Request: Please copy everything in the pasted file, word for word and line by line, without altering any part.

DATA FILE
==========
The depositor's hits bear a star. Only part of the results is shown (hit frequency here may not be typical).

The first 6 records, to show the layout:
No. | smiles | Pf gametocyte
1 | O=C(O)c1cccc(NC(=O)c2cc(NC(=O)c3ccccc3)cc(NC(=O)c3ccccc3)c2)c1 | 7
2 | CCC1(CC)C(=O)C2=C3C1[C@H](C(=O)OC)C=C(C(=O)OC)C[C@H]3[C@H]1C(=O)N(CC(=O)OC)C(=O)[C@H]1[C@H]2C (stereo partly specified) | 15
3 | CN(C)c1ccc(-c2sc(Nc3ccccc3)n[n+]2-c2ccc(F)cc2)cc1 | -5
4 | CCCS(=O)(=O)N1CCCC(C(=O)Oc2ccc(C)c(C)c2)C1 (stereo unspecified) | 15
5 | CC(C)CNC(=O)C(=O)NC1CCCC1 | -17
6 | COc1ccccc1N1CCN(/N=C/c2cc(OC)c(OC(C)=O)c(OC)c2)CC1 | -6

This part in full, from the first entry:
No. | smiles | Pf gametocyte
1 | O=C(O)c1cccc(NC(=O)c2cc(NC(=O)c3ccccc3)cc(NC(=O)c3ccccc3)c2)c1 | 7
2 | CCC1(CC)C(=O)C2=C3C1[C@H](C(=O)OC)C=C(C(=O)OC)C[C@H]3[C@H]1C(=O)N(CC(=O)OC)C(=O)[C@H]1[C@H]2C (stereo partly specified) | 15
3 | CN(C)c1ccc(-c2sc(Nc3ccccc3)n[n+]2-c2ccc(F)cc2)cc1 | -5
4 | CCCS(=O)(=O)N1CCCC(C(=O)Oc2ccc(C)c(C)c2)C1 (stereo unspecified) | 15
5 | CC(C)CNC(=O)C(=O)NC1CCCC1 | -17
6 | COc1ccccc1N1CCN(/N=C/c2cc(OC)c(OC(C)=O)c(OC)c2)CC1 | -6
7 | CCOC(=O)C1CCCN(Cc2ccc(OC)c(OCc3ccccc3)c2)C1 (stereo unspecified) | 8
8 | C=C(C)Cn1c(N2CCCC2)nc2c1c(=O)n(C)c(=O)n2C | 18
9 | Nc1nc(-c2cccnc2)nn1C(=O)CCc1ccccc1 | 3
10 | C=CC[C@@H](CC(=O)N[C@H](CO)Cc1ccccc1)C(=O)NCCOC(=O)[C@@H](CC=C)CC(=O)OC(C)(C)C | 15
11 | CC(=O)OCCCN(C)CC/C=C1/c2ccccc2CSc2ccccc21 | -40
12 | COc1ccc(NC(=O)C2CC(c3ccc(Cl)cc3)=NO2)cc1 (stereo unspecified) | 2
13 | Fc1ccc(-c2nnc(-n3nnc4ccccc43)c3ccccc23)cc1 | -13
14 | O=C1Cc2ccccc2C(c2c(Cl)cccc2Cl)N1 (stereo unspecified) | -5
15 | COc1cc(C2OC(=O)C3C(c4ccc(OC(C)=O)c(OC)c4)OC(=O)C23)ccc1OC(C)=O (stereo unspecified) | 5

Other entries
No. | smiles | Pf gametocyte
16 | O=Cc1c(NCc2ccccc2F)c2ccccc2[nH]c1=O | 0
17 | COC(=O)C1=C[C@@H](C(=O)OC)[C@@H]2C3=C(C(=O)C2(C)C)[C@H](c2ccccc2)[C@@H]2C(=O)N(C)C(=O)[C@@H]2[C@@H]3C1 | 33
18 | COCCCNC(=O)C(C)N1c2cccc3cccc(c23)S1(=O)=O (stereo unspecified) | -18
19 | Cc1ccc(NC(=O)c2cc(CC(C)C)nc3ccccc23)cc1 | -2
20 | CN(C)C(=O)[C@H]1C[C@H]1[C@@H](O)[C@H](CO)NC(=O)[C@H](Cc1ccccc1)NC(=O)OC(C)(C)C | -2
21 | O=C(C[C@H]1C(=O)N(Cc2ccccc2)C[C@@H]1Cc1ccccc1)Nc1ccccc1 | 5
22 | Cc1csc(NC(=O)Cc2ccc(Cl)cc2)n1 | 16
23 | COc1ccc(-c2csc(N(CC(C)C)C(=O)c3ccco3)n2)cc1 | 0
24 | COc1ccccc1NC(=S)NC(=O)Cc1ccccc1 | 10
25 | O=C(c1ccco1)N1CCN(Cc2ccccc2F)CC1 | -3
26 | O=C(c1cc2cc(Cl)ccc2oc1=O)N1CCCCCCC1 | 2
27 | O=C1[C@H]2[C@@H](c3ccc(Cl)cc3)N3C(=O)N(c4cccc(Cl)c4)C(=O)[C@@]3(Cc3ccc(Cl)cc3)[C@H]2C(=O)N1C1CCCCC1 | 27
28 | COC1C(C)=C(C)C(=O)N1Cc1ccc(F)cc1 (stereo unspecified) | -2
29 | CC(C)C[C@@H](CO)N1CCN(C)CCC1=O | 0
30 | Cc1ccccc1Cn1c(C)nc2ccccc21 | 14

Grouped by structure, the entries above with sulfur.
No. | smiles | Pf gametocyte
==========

The depositor's hits bear a star. Only part of the results is shown (hit frequency here may not be typical).

The first 6 records, to show the layout:
No. | smiles | Pf gametocyte
1 | O=C(O)c1cccc(NC(=O)c2cc(NC(=O)c3ccccc3)cc(NC(=O)c3ccccc3)c2)c1 | 7
2 | CCC1(CC)C(=O)C2=C3C1[C@H](C(=O)OC)C=C(C(=O)OC)C[C@H]3[C@H]1C(=O)N(CC(=O)OC)C(=O)[C@H]1[C@H]2C (stereo partly specified) | 15
3 | CN(C)c1ccc(-c2sc(Nc3ccccc3)n[n+]2-c2ccc(F)cc2)cc1 | -5
4 | CCCS(=O)(=O)N1CCCC(C(=O)Oc2ccc(C)c(C)c2)C1 (stereo unspecified) | 15
5 | CC(C)CNC(=O)C(=O)NC1CCCC1 | -17
6 | COc1ccccc1N1CCN(/N=C/c2cc(OC)c(OC(C)=O)c(OC)c2)CC1 | -6

This part in full, from the first entry:
No. | smiles | Pf gametocyte
1 | O=C(O)c1cccc(NC(=O)c2cc(NC(=O)c3ccccc3)cc(NC(=O)c3ccccc3)c2)c1 | 7
2 | CCC1(CC)C(=O)C2=C3C1[C@H](C(=O)OC)C=C(C(=O)OC)C[C@H]3[C@H]1C(=O)N(CC(=O)OC)C(=O)[C@H]1[C@H]2C (stereo partly specified) | 15
3 | CN(C)c1ccc(-c2sc(Nc3ccccc3)n[n+]2-c2ccc(F)cc2)cc1 | -5
4 | CCCS(=O)(=O)N1CCCC(C(=O)Oc2ccc(C)c(C)c2)C1 (stereo unspecified) | 15
5 | CC(C)CNC(=O)C(=O)NC1CCCC1 | -17
6 | COc1ccccc1N1CCN(/N=C/c2cc(OC)c(OC(C)=O)c(OC)c2)CC1 | -6
7 | CCOC(=O)C1CCCN(Cc2ccc(OC)c(OCc3ccccc3)c2)C1 (stereo unspecified) | 8
8 | C=C(C)Cn1c(N2CCCC2)nc2c1c(=O)n(C)c(=O)n2C | 18
9 | Nc1nc(-c2cccnc2)nn1C(=O)CCc1ccccc1 | 3
10 | C=CC[C@@H](CC(=O)N[C@H](CO)Cc1ccccc1)C(=O)NCCOC(=O)[C@@H](CC=C)CC(=O)OC(C)(C)C | 15
11 | CC(=O)OCCCN(C)CC/C=C1/c2ccccc2CSc2ccccc21 | -40
12 | COc1ccc(NC(=O)C2CC(c3ccc(Cl)cc3)=NO2)cc1 (stereo unspecified) | 2
13 | Fc1ccc(-c2nnc(-n3nnc4ccccc43)c3ccccc23)cc1 | -13
14 | O=C1Cc2ccccc2C(c2c(Cl)cccc2Cl)N1 (stereo unspecified) | -5
15 | COc1cc(C2OC(=O)C3C(c4ccc(OC(C)=O)c(OC)c4)OC(=O)C23)ccc1OC(C)=O (stereo unspecified) | 5

Other entries
No. | smiles | Pf gametocyte
16 | O=Cc1c(NCc2ccccc2F)c2ccccc2[nH]c1=O | 0
17 | COC(=O)C1=C[C@@H](C(=O)OC)[C@@H]2C3=C(C(=O)C2(C)C)[C@H](c2ccccc2)[C@@H]2C(=O)N(C)C(=O)[C@@H]2[C@@H]3C1 | 33
18 | COCCCNC(=O)C(C)N1c2cccc3cccc(c23)S1(=O)=O (stereo unspecified) | -18
19 | Cc1ccc(NC(=O)c2cc(CC(C)C)nc3ccccc23)cc1 | -2
20 | CN(C)C(=O)[C@H]1C[C@H]1[C@@H](O)[C@H](CO)NC(=O)[C@H](Cc1ccccc1)NC(=O)OC(C)(C)C | -2
21 | O=C(C[C@H]1C(=O)N(Cc2ccccc2)C[C@@H]1Cc1ccccc1)Nc1ccccc1 | 5
22 | Cc1csc(NC(=O)Cc2ccc(Cl)cc2)n1 | 16
23 | COc1ccc(-c2csc(N(CC(C)C)C(=O)c3ccco3)n2)cc1 | 0
24 | COc1ccccc1NC(=S)NC(=O)Cc1ccccc1 | 10
25 | O=C(c1ccco1)N1CCN(Cc2ccccc2F)CC1 | -3
26 | O=C(c1cc2cc(Cl)ccc2oc1=O)N1CCCCCCC1 | 2
27 | O=C1[C@H]2[C@@H](c3ccc(Cl)cc3)N3C(=O)N(c4cccc(Cl)c4)C(=O)[C@@]3(Cc3ccc(Cl)cc3)[C@H]2C(=O)N1C1CCCCC1 | 27
28 | COC1C(C)=C(C)C(=O)N1Cc1ccc(F)cc1 (stereo unspecified) | -2
29 | CC(C)C[C@@H](CO)N1CCN(C)CCC1=O | 0
30 | Cc1ccccc1Cn1c(C)nc2ccccc21 | 14

Grouped by structure, the entries above with sulfur.
No. | smiles | Pf gametocyte